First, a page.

Garbage hindering preservation of World war memorial sites in Mombasa

The garbage site near the Commonwealth Mbaraki war graves PHOTO COURTESY

Mombasa,KENYA:The United Nations general assembly  in 2004 declared 8th and 9th May every year as the  time of remembrance and reconciliation for those who lost their lives during the second world war.

Statistics approximate that close to 60 million lives were lost  worldwide in the war that lasted from 1939 to 1945.

Mombasa plays an important role in the war history  as nearly 1000 East African troops died on Saturday 12 February 1944 in the Indian ocean; after the vessel they were sailing in the SS Khedive Ishmail was hit by a Japanese submarine just a week after leaving the port of Mombasa.

Several historical sites have been set aside in remembrance of the victims who died in the war which include the Commonwealth Mbaraki cemetery ,the Majimbo cemetery and the Mombasa African memorial park  in Mwembe Tayari.

However experts now say the uncollected garbage is hindering the preservation of those sites in Mombasa.

At the Commonwealth Mbaraki war graves in Mbaraki area which has over 225 war graves; both from World War I and II casualties, I meet Michael Mbua Kilambi the head supervisor of the Common wealth War Graves in Mombasa.

Kilambi explains that their efforts to preserve the sites are hindered by garbage in those areas pointing at dumping site across the road.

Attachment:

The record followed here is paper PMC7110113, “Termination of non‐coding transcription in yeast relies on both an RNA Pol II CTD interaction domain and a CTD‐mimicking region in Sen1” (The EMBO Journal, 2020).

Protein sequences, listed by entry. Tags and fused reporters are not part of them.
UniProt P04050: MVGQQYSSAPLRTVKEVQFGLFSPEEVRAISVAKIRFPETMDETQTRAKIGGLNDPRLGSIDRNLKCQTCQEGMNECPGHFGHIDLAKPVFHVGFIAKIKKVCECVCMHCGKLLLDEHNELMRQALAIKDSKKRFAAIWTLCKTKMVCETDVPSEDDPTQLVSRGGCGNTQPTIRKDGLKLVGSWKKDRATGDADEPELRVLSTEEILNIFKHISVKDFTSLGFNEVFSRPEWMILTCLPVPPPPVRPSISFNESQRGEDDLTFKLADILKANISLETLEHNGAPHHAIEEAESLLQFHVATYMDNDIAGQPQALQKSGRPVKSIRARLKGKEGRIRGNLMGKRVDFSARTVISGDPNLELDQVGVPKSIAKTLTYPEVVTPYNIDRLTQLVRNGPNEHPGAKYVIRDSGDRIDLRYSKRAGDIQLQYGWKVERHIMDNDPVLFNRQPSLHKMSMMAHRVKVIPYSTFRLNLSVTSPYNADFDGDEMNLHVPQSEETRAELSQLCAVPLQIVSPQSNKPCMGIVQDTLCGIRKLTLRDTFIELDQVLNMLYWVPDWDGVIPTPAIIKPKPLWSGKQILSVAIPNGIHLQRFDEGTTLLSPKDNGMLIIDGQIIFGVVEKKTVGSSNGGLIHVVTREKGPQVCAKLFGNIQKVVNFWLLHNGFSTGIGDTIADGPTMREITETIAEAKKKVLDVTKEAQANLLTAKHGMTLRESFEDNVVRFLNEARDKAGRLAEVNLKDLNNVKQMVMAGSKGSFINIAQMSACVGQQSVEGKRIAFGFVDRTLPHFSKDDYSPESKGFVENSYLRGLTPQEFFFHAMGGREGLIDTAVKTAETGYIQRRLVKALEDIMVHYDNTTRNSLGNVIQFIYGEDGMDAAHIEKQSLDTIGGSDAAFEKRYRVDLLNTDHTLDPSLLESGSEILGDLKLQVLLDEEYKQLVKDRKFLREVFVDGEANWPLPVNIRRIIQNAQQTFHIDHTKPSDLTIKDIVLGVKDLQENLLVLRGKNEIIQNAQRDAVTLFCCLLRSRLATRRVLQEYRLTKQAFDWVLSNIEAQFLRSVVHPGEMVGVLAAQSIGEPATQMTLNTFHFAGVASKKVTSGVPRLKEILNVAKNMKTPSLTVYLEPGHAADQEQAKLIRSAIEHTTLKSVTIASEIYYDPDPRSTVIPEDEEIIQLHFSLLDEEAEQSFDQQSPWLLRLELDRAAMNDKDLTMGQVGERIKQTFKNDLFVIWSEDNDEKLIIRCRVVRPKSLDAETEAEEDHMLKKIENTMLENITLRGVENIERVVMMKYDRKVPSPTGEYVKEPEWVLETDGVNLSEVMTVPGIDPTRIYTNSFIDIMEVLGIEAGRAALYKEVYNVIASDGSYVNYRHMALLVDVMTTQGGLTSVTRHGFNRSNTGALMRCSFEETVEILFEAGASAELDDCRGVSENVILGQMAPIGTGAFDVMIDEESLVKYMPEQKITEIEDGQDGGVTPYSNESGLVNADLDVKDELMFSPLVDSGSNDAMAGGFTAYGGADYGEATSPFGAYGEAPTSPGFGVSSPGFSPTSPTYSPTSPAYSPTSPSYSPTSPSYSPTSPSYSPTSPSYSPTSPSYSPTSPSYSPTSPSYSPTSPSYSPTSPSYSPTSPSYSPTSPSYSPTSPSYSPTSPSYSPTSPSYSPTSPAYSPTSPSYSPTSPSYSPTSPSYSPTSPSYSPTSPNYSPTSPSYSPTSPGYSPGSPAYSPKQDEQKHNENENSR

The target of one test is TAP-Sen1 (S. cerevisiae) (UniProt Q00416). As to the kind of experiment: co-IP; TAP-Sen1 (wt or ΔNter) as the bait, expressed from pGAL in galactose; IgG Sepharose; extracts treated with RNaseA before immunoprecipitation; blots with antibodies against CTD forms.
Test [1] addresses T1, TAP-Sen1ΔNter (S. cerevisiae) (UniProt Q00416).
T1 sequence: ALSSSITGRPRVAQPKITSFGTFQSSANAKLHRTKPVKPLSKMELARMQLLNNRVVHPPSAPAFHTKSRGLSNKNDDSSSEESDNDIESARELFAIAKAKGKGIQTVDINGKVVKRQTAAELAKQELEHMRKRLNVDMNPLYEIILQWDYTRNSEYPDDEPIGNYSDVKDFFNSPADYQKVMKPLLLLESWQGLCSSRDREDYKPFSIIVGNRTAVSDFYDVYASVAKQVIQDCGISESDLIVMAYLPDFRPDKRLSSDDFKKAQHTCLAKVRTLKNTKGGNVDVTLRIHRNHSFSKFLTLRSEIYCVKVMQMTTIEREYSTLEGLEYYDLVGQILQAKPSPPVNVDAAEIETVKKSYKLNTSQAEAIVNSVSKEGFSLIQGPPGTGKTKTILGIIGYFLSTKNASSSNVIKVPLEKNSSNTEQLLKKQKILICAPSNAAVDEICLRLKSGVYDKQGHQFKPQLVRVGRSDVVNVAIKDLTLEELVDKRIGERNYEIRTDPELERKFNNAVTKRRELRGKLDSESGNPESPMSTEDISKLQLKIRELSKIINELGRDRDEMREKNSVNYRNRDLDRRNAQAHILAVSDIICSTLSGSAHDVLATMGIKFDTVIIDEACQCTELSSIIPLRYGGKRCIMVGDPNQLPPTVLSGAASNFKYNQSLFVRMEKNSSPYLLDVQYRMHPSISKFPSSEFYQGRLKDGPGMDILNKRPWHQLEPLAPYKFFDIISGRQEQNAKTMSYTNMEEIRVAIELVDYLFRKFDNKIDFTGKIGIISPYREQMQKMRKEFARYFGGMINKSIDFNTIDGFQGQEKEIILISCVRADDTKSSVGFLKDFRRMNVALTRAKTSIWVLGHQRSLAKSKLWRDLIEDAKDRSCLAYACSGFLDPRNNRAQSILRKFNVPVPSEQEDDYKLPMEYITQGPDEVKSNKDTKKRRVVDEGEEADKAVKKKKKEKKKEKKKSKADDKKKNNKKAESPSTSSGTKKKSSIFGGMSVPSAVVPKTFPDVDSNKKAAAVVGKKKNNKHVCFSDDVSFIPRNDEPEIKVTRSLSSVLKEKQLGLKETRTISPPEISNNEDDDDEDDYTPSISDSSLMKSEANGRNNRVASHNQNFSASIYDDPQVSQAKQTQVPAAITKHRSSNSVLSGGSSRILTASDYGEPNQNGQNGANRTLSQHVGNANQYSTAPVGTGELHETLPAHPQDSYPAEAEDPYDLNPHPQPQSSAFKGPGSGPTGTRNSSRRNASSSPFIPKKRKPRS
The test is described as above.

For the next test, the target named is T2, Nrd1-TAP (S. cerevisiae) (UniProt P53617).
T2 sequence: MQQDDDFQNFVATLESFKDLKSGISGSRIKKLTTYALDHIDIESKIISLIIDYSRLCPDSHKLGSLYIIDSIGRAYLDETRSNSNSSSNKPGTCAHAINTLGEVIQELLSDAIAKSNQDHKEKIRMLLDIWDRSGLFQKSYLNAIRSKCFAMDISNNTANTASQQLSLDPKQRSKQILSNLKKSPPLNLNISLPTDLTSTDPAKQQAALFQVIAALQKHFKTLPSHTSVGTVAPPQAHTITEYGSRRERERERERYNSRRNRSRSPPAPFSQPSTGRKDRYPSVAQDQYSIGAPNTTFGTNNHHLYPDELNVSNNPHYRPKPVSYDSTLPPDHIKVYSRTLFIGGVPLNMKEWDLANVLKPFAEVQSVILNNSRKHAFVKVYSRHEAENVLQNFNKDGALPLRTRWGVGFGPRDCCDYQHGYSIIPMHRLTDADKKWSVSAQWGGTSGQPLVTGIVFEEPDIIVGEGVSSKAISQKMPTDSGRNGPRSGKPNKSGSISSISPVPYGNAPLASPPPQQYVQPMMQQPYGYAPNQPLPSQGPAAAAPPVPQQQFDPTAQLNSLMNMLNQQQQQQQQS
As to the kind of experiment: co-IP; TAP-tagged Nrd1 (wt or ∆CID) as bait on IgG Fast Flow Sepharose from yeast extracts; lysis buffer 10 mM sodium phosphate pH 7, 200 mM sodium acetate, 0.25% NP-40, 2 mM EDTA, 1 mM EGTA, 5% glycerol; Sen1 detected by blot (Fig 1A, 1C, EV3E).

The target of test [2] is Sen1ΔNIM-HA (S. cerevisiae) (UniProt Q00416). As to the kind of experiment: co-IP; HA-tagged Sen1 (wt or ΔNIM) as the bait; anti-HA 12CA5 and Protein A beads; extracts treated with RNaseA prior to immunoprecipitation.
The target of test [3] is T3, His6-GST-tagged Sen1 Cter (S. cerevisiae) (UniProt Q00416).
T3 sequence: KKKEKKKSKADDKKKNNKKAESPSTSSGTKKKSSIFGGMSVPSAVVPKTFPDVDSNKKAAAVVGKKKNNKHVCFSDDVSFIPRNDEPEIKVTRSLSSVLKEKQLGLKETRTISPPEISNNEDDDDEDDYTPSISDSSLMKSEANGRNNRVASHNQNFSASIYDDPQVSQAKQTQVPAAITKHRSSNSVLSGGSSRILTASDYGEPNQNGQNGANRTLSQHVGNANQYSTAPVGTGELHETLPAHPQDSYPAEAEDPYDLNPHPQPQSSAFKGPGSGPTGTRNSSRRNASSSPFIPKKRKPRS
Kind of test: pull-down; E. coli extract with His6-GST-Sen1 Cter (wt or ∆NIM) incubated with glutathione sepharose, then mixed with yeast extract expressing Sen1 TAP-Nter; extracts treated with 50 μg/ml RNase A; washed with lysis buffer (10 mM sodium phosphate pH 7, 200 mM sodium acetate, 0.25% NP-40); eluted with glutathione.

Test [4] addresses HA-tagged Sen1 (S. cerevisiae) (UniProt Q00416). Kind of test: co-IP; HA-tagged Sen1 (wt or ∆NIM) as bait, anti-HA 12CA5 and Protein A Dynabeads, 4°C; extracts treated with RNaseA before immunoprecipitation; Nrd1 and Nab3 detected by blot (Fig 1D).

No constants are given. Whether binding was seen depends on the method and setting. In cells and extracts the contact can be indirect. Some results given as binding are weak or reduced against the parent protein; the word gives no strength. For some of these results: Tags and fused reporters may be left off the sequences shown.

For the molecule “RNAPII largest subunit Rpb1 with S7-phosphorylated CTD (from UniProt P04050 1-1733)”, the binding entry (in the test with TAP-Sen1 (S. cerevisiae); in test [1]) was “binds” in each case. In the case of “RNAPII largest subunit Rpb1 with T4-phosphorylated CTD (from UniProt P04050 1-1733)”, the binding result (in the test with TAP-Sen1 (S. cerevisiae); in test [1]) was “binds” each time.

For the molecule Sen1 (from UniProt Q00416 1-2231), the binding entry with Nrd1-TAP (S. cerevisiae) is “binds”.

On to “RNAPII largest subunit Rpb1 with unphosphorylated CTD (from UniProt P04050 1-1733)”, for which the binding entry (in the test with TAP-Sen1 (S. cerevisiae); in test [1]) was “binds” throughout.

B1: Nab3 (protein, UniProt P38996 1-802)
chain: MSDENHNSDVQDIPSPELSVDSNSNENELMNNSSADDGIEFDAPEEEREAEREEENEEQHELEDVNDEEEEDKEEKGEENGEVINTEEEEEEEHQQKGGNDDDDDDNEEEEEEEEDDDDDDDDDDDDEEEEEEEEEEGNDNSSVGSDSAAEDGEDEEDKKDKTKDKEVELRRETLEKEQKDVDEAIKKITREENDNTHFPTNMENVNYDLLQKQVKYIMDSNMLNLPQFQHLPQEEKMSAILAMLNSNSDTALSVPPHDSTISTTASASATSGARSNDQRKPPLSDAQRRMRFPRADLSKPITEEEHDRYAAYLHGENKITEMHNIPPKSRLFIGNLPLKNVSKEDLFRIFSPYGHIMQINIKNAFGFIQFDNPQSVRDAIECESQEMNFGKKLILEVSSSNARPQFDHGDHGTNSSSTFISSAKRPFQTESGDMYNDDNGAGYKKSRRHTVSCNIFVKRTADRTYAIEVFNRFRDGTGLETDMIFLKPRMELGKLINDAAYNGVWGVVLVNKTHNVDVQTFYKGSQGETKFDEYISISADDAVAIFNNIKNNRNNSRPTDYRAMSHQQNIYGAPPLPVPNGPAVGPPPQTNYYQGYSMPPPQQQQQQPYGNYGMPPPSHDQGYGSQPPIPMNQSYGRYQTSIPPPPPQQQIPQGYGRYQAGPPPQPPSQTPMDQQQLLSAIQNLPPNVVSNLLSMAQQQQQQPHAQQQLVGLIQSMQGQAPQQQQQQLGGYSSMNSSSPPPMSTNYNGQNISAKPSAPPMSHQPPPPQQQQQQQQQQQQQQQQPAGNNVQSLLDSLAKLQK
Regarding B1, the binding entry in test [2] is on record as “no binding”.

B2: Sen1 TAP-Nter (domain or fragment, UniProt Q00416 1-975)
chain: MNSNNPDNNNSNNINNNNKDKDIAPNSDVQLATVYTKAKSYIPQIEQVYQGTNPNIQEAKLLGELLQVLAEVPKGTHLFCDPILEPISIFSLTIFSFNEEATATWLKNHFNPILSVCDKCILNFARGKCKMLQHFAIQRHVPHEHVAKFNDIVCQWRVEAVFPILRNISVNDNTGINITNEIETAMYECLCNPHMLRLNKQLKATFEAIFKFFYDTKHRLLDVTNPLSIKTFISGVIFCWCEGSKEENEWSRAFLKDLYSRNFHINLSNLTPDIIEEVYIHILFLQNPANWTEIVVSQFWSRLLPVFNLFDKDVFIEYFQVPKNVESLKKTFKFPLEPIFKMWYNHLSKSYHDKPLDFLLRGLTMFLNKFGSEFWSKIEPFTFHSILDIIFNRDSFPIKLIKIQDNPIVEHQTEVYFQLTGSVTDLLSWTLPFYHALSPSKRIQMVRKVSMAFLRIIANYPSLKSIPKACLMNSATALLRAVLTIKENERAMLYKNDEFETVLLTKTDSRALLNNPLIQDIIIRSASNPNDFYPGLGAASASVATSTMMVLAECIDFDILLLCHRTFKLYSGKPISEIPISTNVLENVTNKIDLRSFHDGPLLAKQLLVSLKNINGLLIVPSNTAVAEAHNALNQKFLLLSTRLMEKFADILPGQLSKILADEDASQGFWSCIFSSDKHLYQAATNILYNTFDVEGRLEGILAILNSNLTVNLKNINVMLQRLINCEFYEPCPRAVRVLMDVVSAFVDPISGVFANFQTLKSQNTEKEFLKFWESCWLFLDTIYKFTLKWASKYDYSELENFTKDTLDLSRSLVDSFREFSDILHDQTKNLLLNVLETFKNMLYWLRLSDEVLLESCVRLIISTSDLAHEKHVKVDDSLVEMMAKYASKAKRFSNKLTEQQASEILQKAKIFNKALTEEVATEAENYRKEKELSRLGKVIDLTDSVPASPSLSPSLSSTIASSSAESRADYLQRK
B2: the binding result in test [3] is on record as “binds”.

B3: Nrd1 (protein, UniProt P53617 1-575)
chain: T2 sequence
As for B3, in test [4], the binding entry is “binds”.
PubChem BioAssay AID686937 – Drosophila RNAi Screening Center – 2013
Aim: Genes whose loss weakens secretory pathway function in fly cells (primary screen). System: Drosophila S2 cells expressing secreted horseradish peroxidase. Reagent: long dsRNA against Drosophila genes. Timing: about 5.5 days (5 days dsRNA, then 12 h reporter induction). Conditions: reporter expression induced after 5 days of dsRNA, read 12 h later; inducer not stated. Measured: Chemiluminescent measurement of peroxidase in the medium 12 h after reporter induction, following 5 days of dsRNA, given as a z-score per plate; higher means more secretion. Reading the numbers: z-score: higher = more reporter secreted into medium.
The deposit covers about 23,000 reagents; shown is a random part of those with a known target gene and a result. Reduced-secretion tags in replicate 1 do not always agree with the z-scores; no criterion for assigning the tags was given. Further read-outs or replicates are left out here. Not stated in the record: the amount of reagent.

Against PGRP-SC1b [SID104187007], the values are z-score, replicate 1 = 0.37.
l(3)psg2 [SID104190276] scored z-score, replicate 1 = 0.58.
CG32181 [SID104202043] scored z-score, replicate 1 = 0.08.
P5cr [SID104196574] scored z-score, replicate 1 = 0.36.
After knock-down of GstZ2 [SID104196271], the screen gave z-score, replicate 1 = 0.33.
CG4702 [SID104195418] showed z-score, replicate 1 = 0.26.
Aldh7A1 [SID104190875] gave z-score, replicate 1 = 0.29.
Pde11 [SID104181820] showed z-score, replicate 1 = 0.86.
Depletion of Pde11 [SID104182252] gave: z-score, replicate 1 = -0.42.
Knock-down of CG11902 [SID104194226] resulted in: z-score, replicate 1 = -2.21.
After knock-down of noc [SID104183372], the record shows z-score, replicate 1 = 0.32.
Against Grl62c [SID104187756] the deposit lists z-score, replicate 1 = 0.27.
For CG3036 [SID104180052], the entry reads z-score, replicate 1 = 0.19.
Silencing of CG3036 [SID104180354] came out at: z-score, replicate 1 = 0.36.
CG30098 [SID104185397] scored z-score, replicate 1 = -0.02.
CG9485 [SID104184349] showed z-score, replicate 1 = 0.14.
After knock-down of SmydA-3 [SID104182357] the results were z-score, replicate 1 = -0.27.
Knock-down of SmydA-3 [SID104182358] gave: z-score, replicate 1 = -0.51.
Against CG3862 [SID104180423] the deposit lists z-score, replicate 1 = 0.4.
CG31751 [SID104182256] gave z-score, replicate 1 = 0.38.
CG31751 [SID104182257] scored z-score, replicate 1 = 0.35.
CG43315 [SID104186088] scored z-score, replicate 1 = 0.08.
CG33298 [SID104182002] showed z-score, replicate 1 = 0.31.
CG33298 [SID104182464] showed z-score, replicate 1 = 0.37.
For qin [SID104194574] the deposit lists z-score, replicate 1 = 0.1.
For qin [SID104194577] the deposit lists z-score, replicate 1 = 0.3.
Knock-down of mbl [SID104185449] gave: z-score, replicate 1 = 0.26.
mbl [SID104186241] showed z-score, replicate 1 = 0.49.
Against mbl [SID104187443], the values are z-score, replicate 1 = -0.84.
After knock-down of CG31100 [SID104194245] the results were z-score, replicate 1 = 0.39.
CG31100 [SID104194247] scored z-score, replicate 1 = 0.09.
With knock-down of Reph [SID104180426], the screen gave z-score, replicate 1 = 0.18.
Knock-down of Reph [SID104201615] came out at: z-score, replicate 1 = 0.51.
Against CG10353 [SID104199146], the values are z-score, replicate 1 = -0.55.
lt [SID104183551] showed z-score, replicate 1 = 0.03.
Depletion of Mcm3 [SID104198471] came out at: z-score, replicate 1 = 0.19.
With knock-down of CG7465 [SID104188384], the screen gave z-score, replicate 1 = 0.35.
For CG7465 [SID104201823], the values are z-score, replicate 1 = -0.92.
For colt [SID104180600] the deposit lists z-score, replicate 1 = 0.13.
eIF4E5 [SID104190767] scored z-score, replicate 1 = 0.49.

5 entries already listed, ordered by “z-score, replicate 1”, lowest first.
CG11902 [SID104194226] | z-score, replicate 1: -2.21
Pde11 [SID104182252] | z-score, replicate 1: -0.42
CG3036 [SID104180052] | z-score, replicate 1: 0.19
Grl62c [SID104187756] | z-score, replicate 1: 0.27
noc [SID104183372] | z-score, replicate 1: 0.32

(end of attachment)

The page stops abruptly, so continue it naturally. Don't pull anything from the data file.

“Sometimes when its windy that garbage is blown here and it looks messy.”Kilambi explains.

On the other side of the city lies the Mombasa African Memorial which is a park set aside to remember native soldiers who died in World War 1 and just like the Mbaraki commonwealth war graves opposite the park lies a dumping site.

Kilambi explains they face the same challenge as in the Mbaraki commonwealth war cemetery. Kilambi further explains that efforts to talk to the county government in regards to the issue have not borne any fruit.

The Commonwealth war graves Mbaraki cementary photo by CWGC
The Commonwealth war graves Mbaraki cemetery photo by CWGC

“We have tried to get them to relocate the dumpsite but so far nothing has been done.”Kilambi explains.

However in September 2016 the Mombasa county Environment executive Tendai Mtana revealed that the county government was in the process of registering youth groups to be in charge of collecting garbage from the 1500 neighborhoods in Mombasa.

The memorial sites in Mombasa are managed by the commonwealth war graves commission which operates in 23,000 locations in more than 150 countries.

A memorial service in remembrance of the 1.7 million servicemen who died in both wars is held by the commission every November.